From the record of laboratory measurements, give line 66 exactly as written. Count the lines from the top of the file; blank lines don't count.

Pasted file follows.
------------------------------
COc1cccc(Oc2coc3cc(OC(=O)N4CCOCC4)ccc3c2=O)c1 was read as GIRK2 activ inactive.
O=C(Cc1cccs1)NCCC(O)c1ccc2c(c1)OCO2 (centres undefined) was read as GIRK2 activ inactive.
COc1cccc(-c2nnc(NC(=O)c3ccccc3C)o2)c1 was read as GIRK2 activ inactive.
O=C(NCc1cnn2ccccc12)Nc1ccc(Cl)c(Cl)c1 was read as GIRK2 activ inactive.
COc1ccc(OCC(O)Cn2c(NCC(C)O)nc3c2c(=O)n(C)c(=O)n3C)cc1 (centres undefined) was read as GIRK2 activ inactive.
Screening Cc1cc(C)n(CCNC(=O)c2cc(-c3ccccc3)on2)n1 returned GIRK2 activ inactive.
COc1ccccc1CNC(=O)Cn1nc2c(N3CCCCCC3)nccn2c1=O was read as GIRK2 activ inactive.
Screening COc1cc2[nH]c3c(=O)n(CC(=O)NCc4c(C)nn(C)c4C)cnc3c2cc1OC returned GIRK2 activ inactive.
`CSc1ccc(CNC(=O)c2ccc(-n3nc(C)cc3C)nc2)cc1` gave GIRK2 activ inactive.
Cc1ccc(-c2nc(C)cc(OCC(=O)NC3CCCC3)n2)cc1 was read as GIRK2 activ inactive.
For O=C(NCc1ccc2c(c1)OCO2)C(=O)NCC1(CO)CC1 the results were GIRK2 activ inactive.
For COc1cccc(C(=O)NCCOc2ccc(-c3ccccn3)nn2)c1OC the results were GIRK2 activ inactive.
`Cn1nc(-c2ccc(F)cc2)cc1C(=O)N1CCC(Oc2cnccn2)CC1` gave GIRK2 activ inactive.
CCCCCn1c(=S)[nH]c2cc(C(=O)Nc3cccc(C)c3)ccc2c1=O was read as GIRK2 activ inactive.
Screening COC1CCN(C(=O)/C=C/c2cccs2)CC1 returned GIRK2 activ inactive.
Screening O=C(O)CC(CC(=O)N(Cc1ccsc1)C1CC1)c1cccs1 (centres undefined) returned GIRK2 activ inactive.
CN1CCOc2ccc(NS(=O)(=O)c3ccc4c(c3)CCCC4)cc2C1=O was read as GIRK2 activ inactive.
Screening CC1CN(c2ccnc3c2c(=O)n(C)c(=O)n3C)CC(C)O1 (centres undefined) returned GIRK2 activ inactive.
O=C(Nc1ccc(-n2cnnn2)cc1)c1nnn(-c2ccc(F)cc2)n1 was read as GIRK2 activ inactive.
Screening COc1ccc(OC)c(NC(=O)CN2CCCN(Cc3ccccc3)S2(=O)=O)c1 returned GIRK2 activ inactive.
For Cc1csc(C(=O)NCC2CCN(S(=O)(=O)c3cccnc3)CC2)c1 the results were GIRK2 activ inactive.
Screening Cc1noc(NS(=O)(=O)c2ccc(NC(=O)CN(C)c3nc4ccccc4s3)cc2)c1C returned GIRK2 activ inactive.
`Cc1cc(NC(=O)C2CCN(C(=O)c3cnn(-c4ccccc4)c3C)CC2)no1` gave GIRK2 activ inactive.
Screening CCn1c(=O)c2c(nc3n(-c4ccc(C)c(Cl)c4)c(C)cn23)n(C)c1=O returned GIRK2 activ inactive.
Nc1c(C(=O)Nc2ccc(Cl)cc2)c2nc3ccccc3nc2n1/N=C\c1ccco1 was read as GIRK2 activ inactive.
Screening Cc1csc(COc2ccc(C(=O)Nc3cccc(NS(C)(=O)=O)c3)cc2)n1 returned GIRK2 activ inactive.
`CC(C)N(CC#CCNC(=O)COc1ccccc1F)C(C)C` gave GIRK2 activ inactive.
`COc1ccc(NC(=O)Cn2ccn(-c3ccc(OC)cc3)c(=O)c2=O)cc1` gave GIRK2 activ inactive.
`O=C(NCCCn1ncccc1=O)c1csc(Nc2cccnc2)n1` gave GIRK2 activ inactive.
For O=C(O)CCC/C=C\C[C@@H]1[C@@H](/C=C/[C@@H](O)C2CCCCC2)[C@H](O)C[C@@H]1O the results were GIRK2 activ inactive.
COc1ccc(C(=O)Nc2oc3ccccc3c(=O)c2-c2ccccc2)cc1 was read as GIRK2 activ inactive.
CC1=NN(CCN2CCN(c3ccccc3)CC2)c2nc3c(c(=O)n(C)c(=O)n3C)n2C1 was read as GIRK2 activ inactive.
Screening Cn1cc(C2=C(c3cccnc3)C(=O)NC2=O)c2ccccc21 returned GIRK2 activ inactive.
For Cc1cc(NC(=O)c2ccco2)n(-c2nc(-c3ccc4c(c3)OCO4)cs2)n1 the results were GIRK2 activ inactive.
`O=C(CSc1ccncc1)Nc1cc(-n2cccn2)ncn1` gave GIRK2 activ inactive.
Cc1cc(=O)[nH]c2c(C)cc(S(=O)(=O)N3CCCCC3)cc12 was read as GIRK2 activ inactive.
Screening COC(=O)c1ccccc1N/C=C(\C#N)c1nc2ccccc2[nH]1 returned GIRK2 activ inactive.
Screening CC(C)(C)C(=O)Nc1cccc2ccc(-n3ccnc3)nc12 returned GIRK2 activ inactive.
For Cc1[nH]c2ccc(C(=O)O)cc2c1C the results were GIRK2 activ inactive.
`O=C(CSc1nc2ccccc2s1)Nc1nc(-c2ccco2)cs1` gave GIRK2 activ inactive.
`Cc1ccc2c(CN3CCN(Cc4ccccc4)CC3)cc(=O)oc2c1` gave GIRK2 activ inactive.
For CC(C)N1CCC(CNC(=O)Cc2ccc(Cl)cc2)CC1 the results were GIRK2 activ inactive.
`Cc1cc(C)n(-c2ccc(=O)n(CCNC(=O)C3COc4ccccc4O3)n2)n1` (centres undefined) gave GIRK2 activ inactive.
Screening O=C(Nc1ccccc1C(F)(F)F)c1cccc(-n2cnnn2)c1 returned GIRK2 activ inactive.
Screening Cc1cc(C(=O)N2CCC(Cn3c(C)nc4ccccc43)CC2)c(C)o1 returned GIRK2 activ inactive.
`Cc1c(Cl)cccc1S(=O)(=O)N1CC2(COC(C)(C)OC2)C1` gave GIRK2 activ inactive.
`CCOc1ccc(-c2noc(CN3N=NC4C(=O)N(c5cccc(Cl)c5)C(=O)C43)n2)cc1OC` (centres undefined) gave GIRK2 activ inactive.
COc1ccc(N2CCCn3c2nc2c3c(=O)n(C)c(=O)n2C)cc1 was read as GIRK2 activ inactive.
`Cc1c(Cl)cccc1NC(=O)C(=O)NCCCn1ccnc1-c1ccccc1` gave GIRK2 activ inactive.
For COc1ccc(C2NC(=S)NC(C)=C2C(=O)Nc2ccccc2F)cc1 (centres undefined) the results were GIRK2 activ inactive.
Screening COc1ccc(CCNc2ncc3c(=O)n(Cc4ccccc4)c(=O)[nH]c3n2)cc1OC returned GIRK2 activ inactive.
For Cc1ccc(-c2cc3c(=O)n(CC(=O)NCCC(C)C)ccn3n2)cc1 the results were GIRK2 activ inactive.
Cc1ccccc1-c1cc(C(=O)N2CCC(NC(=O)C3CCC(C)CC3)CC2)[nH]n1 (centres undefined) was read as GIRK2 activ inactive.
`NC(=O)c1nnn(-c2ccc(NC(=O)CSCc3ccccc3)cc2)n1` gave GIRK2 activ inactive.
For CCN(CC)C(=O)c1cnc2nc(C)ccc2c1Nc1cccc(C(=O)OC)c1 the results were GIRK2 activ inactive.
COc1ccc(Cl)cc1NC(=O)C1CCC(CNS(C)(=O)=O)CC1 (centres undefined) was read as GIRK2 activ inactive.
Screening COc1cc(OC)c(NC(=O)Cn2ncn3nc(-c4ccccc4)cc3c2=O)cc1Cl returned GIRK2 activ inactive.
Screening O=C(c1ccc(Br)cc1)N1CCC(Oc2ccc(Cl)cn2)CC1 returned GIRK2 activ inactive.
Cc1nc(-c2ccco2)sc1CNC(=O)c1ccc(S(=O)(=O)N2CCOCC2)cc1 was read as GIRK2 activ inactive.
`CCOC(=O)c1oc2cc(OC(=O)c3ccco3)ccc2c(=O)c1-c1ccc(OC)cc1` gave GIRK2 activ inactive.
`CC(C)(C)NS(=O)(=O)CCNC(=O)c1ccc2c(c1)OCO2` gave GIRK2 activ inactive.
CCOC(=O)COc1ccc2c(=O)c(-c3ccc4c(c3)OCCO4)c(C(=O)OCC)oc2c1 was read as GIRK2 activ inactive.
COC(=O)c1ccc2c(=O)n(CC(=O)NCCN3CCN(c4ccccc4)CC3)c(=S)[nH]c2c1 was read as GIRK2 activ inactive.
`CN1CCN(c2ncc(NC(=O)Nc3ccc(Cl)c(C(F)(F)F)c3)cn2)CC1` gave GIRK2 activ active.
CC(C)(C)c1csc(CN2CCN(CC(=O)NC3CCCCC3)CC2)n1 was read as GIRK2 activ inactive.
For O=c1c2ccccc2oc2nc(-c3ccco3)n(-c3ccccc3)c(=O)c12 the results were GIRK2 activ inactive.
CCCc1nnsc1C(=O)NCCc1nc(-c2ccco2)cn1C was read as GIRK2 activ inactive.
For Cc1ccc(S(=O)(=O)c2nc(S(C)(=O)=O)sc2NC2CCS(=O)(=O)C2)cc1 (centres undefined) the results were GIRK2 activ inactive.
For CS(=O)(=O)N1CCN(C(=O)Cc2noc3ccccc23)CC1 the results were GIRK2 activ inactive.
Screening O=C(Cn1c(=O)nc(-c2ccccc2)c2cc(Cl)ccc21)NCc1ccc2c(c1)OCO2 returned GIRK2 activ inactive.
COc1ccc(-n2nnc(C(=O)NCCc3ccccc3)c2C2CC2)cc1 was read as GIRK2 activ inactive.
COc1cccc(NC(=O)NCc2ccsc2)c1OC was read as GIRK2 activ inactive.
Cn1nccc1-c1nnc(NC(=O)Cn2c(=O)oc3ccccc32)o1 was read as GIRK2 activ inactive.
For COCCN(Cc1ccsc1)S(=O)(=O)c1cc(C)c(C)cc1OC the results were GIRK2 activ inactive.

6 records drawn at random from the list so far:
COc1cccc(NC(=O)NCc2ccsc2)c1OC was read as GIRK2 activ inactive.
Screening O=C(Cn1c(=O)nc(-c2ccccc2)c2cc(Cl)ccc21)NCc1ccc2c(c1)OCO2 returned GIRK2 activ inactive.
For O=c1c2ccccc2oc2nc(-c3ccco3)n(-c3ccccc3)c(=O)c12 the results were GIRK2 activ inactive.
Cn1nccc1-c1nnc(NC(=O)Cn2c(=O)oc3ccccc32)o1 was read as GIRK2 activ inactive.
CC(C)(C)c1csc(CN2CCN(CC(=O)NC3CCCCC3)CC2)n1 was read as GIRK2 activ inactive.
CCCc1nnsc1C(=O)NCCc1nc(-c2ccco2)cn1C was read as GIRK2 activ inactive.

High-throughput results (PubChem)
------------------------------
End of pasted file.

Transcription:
For O=c1c2ccccc2oc2nc(-c3ccco3)n(-c3ccccc3)c(=O)c12 the results were GIRK2 activ inactive.